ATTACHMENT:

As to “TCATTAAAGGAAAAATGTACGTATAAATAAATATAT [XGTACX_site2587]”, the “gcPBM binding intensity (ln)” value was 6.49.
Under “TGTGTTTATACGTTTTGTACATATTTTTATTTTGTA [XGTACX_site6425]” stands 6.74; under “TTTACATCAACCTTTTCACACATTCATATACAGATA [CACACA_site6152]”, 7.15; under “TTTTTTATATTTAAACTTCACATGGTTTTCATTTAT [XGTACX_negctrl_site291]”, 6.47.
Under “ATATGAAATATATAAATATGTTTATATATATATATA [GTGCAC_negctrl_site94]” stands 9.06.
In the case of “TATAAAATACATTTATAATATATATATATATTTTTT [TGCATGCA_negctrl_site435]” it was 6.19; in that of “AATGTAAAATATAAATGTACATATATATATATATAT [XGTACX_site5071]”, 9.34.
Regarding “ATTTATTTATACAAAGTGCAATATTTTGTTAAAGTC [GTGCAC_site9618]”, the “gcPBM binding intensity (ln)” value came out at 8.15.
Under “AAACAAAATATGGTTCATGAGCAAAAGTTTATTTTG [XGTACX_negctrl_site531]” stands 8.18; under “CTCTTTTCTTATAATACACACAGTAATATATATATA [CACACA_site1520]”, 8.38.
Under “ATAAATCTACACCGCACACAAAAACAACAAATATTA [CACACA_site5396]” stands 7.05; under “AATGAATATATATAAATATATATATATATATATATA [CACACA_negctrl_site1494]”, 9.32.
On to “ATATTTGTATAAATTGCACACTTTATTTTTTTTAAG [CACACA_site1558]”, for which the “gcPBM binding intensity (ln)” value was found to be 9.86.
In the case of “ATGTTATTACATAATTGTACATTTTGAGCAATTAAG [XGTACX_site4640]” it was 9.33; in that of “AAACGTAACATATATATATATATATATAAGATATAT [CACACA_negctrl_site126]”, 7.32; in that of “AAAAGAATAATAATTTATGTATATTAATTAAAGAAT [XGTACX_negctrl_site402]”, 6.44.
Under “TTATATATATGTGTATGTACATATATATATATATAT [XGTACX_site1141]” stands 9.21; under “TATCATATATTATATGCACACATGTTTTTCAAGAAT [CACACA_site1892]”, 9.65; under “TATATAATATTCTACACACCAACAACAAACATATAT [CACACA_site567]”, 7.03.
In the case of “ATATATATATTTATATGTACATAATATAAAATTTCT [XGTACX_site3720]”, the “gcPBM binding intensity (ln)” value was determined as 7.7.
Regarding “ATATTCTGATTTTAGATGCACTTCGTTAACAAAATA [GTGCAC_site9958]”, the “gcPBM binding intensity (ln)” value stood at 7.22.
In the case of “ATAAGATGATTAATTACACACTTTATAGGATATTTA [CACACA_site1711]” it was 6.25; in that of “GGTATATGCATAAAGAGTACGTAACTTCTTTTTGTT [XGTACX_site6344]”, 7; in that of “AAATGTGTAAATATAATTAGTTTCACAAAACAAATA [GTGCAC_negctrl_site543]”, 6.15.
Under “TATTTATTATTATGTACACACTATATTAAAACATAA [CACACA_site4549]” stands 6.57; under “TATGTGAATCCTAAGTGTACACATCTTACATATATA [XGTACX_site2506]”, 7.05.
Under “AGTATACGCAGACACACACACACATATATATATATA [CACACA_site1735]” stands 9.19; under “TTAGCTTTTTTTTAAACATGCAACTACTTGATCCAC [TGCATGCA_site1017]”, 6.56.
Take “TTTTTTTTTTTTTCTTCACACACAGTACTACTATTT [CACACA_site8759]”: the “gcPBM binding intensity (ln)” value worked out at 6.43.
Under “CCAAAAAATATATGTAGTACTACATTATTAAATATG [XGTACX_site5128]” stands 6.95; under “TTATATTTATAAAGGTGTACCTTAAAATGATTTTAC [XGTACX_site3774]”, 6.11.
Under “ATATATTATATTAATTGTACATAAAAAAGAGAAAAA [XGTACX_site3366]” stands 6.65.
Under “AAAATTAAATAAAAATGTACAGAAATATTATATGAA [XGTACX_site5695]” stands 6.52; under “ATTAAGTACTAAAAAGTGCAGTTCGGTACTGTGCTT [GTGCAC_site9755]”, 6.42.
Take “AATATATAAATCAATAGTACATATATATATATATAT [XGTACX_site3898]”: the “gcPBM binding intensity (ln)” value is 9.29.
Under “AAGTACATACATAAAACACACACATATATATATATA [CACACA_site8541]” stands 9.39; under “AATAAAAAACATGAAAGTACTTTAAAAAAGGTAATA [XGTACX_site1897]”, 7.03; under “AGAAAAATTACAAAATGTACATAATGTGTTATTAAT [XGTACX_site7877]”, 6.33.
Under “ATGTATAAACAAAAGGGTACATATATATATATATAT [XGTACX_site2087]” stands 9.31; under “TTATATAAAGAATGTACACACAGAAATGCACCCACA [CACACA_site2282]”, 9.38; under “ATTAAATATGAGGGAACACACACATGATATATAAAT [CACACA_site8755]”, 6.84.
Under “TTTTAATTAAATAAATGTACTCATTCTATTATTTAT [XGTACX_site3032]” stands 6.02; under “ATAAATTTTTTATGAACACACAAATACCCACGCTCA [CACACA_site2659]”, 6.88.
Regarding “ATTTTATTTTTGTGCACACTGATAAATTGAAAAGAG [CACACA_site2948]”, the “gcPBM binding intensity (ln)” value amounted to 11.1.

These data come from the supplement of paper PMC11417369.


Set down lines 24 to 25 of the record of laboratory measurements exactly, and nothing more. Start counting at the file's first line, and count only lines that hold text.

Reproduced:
Regarding “ATTTTATTTTTGTGCACACTGATAAATTGAAAAGAG [CACACA_site2948]”, the “gcPBM binding intensity (ln)” value amounted to 11.1.

These data come from the supplement of paper PMC11417369.